Exploring Creativity: A Dive into Filmmaking with Caleb Shaw

Unveil the creative process of Caleb Shaw, delving into his storytelling passion, music's pivotal role, and the art of crafting compelling narratives.

Filmmaker Caleb Shaw

Whether it’s a music video, short film, ad campaign, wedding, commercial, or a simple personal photoshoot, Oregon-based filmmaker Caleb Shaw applies his signature style. Read his interview below to hear more about what sparked his interest in filmmaking and how he utilizes Musicbed to find the right music for his work.

Musicbed: What sparked your passion for filmmaking/storytelling?

Caleb Shaw: Back when I was 9 years old, my older brothers would create these stop-animated claymation videos, and I thought it was the coolest thing ever, so I started creating my own. Using my parents’ home video camera, I created my first stop-motion video utilizing my favorite toy at the time, Legos. It was a blast. From there I was hooked. Several years later, I discovered Dude Perfect, and I was inspired to start creating YouTube videos similar to theirs. It was trickshot videos and a lot of my friends and I just being kids. It was so much fun. For some reason, YouTube struck a nerve with me, and I never really stopped creating on there. However, at a certain point in mid-high school, I realized I wanted to create my own films—full-feature films at that. Years passed, several iterations of style went by on my YouTube channel, and eventually, I was struck with an idea that changed my entire trajectory. Mainly in short form, I decided to start documenting my journey of becoming the writer and director of my own films called, Becoming a Filmmaker. And within a month or two of making that decision, my pages started taking off. So I guess that was a sign that I was doing the right thing.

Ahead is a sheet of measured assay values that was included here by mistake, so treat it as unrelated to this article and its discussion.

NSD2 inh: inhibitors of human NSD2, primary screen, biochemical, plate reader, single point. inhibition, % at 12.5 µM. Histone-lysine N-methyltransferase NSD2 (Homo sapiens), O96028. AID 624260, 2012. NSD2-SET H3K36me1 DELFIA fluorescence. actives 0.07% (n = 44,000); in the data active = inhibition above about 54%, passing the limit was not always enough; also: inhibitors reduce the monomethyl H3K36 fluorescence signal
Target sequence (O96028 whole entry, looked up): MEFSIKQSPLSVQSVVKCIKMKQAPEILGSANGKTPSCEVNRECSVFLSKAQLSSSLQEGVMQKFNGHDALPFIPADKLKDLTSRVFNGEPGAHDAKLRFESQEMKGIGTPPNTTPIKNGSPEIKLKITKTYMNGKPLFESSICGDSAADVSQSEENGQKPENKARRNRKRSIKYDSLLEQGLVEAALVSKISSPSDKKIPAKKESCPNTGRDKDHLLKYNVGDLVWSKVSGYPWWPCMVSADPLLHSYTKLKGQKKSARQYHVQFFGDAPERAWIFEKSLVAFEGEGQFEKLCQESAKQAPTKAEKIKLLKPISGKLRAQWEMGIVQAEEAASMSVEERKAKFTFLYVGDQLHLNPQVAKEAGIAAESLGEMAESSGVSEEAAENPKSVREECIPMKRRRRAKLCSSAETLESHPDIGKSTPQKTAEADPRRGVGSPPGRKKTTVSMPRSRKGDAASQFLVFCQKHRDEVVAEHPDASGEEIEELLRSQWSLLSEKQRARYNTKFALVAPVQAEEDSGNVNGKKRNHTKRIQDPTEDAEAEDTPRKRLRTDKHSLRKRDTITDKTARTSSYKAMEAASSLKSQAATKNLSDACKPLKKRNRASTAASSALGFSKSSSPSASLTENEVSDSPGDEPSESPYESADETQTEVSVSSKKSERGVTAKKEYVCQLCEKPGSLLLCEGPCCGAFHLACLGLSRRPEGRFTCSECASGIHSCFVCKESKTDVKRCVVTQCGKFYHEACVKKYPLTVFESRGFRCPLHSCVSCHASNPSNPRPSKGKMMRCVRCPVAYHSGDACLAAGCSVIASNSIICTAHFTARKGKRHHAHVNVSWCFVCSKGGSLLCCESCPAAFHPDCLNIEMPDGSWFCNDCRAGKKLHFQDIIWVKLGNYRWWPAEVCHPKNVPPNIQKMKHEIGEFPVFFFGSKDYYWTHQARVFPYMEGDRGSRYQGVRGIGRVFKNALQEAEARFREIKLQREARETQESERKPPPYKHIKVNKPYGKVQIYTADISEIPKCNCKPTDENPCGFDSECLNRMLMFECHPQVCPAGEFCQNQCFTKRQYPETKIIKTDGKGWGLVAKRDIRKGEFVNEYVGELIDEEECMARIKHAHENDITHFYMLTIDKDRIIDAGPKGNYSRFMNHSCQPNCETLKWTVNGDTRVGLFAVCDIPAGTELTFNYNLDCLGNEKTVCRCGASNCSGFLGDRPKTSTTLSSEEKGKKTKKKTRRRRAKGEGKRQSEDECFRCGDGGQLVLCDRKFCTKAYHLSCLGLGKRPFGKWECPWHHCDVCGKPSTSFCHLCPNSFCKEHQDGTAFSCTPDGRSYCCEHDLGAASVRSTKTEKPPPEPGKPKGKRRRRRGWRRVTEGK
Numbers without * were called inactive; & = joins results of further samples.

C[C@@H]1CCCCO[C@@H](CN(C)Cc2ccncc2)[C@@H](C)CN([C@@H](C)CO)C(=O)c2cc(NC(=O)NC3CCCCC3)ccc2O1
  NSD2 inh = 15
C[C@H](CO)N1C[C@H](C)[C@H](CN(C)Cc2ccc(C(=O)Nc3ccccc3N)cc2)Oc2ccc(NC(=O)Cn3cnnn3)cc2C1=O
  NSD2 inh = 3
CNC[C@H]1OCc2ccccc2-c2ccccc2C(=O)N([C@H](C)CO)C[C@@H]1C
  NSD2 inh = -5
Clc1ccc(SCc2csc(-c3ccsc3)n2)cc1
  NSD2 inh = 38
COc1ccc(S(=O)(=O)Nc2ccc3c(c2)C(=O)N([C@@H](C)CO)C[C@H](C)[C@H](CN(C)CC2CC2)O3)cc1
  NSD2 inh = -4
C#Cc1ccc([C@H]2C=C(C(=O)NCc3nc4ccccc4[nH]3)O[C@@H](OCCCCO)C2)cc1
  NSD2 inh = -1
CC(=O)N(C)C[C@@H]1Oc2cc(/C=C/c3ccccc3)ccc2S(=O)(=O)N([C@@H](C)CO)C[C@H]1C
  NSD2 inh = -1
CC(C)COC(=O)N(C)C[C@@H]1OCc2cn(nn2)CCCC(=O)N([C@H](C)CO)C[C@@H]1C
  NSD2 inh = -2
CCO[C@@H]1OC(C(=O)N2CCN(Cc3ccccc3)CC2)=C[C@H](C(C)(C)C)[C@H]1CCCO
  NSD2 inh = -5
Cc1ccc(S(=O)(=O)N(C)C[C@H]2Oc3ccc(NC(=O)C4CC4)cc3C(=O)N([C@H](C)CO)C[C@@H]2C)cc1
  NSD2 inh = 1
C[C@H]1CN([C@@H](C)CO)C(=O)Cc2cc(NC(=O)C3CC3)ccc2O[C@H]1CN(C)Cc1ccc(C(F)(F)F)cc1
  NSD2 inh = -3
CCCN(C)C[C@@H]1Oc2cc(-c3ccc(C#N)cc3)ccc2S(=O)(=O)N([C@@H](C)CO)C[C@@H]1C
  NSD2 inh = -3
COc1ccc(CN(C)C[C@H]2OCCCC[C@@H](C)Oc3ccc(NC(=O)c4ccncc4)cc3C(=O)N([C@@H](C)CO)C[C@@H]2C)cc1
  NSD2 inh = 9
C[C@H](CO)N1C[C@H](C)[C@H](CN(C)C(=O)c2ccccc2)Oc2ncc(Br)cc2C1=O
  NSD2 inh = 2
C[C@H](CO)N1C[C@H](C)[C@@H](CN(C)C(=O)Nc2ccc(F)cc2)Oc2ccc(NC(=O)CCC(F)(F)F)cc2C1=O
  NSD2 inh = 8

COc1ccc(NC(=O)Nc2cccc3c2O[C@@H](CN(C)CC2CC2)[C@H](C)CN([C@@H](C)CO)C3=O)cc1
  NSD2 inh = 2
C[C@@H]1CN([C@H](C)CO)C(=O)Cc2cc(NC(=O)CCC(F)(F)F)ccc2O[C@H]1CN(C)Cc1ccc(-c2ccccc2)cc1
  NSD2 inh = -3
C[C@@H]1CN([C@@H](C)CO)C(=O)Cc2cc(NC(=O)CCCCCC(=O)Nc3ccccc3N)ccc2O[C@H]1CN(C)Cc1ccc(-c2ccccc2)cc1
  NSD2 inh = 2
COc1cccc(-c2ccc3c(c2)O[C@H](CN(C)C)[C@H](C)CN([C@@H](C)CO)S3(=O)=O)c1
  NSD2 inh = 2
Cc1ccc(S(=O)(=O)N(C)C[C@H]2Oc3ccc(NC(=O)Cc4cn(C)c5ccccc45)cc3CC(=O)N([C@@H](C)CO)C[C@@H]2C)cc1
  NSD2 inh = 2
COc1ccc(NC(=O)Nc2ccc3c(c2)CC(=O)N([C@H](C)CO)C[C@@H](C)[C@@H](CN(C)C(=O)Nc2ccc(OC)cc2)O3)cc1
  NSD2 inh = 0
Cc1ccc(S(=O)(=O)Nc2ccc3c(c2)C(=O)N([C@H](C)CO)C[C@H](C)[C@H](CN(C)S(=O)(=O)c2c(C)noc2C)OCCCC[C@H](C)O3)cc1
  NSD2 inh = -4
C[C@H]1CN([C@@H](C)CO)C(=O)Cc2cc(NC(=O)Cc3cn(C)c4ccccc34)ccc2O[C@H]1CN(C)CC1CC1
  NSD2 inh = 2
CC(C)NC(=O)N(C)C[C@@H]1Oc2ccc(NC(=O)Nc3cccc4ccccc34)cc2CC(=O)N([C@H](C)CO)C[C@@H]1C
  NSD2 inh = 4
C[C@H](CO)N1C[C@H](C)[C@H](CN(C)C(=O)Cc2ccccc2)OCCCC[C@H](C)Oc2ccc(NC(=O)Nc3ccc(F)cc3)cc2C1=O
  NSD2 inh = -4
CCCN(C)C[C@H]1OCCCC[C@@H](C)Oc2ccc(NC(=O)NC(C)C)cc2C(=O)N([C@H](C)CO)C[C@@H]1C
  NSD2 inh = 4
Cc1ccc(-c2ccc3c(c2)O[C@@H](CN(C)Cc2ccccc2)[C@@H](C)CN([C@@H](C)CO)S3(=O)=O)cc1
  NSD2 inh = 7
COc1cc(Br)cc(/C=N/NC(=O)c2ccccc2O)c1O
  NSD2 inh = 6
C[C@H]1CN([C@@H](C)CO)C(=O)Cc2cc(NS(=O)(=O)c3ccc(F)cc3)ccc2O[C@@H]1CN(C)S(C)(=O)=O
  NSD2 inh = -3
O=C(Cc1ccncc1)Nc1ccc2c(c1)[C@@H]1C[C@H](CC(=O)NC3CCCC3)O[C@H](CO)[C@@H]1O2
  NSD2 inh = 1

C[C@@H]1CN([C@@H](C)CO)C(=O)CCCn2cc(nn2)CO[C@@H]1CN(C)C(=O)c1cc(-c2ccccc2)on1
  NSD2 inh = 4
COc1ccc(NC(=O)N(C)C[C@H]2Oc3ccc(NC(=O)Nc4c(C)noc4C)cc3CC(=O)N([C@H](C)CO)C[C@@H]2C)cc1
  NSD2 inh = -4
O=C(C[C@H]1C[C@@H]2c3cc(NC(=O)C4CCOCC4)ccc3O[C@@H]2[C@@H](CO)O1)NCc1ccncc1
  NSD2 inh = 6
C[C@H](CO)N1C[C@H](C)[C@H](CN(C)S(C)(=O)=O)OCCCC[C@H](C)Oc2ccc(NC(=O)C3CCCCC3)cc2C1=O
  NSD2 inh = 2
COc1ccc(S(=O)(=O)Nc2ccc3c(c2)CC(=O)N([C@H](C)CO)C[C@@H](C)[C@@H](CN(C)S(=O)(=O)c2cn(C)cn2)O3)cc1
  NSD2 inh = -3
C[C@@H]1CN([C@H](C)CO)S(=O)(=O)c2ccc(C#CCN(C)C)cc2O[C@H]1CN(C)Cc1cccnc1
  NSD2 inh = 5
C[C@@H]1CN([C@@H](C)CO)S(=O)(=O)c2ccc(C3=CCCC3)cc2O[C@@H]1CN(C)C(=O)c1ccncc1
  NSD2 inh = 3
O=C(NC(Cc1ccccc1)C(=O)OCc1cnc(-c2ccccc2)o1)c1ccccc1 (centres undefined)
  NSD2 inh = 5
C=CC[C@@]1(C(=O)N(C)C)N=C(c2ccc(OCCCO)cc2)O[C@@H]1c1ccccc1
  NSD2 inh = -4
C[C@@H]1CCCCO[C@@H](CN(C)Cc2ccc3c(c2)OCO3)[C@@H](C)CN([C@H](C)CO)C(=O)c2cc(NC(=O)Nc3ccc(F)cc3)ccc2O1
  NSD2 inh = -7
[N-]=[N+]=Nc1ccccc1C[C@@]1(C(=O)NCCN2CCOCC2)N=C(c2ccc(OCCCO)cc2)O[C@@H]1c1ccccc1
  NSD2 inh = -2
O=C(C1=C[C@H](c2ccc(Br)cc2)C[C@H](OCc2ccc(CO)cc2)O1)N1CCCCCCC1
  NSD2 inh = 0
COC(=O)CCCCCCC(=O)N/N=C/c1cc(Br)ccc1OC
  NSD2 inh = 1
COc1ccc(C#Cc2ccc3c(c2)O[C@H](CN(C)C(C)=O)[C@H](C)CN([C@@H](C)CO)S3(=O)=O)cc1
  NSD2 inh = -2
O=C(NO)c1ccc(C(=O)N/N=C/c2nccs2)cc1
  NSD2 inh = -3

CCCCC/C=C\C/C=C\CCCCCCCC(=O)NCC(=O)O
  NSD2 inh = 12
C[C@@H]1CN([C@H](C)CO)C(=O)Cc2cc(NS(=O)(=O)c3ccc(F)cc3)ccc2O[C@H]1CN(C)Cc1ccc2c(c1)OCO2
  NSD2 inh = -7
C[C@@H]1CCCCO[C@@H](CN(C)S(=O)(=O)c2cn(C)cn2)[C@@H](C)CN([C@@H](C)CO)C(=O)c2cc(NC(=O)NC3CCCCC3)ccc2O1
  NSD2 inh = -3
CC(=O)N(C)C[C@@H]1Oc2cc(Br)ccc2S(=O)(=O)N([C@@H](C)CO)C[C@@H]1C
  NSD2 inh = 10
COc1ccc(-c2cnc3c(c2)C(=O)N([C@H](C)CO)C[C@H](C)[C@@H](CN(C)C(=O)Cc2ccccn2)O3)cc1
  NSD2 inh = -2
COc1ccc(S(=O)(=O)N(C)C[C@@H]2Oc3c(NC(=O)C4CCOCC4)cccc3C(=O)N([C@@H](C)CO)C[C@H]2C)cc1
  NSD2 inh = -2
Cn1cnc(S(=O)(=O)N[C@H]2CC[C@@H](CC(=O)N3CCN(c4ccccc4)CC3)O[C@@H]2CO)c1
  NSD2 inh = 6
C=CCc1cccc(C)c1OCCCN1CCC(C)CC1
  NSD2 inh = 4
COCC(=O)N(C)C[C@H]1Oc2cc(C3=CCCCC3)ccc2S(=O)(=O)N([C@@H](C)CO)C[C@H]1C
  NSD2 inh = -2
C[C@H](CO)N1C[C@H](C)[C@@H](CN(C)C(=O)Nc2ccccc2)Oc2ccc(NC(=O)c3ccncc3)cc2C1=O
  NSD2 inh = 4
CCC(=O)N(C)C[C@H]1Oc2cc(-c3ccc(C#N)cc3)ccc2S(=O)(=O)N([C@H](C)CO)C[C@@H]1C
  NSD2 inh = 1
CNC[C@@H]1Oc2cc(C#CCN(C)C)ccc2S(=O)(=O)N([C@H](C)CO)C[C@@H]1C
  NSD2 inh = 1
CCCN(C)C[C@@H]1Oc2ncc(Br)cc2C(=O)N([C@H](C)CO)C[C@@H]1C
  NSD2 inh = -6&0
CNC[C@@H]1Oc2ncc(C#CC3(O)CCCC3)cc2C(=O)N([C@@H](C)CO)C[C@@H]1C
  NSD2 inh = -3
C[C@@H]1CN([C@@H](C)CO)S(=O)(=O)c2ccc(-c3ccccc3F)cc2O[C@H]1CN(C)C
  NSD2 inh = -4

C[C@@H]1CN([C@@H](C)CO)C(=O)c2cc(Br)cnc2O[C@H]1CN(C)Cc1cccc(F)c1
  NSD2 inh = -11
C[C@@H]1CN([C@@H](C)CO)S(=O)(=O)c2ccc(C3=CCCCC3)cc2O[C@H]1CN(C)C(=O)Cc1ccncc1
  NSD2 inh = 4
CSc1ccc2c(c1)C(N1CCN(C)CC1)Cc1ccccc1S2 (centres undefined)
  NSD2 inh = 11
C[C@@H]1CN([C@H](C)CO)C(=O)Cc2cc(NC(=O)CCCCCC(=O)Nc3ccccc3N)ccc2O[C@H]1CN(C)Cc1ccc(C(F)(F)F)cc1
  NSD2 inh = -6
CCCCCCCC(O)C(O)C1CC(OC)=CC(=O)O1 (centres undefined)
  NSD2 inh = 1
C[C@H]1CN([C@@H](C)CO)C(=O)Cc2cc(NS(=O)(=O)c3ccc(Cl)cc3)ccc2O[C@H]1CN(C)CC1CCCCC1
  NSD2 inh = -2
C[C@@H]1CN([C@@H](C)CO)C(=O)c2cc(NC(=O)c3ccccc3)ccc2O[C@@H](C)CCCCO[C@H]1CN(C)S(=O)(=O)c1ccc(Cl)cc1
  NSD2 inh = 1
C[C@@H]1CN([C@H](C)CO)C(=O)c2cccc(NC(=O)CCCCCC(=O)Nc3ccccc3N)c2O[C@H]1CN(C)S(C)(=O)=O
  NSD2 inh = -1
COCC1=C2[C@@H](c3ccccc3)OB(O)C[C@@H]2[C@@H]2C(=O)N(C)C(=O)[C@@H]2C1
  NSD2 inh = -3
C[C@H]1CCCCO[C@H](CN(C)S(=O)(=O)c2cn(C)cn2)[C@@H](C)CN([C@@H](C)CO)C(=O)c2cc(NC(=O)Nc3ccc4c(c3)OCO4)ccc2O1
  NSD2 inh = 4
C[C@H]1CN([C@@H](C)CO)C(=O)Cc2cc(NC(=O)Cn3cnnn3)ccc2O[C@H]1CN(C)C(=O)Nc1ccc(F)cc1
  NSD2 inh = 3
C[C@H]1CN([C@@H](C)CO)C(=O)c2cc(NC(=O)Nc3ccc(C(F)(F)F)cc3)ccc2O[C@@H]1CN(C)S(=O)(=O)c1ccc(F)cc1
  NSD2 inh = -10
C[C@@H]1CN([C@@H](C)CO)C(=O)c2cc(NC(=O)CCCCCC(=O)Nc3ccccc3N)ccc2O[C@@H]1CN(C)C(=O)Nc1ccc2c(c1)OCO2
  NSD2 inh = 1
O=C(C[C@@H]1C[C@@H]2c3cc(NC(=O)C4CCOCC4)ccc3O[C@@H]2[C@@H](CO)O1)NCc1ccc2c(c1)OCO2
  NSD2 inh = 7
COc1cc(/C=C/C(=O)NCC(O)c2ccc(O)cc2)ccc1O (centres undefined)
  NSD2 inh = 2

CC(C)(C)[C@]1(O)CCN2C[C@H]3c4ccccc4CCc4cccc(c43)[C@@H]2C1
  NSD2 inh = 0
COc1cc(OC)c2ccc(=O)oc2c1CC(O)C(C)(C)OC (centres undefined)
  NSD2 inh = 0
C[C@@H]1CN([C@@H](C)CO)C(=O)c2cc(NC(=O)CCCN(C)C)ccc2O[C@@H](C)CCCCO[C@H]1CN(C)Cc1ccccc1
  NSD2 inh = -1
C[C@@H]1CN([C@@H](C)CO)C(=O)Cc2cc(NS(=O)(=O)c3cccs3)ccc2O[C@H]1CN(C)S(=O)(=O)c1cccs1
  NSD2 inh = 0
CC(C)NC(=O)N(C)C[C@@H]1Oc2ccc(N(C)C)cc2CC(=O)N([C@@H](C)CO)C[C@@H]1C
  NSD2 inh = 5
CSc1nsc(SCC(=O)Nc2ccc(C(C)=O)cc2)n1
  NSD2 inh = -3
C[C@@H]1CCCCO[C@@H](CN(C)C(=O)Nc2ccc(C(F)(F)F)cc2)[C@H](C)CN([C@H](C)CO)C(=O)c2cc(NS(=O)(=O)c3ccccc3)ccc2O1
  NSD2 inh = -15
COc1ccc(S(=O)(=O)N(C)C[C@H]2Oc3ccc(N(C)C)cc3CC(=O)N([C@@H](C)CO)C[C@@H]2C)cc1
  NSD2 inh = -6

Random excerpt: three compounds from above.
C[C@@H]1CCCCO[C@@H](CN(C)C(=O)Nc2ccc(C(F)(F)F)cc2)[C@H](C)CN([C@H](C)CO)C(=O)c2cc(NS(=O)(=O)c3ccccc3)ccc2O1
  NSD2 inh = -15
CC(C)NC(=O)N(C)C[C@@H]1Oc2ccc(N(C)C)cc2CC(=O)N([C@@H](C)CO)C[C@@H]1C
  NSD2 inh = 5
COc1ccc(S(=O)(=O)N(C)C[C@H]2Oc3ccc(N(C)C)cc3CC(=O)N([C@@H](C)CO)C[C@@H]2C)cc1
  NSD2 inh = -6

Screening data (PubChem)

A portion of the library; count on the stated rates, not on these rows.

What keeps you motivated and creatively inspired?

Honestly, a huge one is music. Music curates my mood as I write out my ideas and sets the scene for where the given story is going. Along with it, recently I’ve been setting aside time to let my thoughts flow undistracted. Practically this looks like opening up my journal and just “brain-dumping” my thoughts without any judgment towards myself. It’s helped a lot. Also my relationship with God. It’s crazy actually, having conversations with Him always blows me away. Like how can I talk to the creator of not only me, but EVERYTHING, like He created creativity. So I’d definitely say God plays a massive role in why I create, how I stay motivated, and how I continue to be inspired.

What makes a story visually appealing? What role does music play in storytelling?

I believe the key is intentionality. Getting to the point where you have a clear vision and you know what you want to say with your film, the next step is figuring out how you’ll tell it. A big piece of that is the visual, and the visual always has to serve the story in tandem with the score or soundtrack. With that clear vision in mind, you purely know what vibe you’re going for, and the music selection will just make sense in your process. Searching deep and wide for just the right track, and actually finding it is an amazing feeling. It’s so amazing because it’s proof that intentionality pays off.

What elements do you think are essential for crafting a compelling story?

The main element I typically start with is figuring out my “why” behind even creating the story to begin with. Oftentimes the things I make are strongly connected to my life and past experiences which deeply align with the greater human experience. Focusing on the emotion of it all is incredibly crucial. Pairing the right visuals with the right music can really make the viewer feel something which is amazing. Story over everything, and inherently, real, deep, and raw emotions have to be involved. It’s art after all.

How important is music in your work?

I create a lot of short-form content, and with those videos, it’s one of the most important things about them. It sets the whole tone of the video and puts the viewer in rhythm along with it. As for longer-form videos, or even films, it’s a huge role as well. It lays down the flow of the video or film, keeps the pacing, helps hit the emotional beats, and can tie the whole piece together. As an editor, music is my lifeblood. I genuinely have a bad time piecing together an edit if there isn’t any music in the timeline. On almost every editing project, I pick the music first. If I don’t it feels like I’m losing my mind.

What advice would you give other filmmakers/creators who are just starting their careers?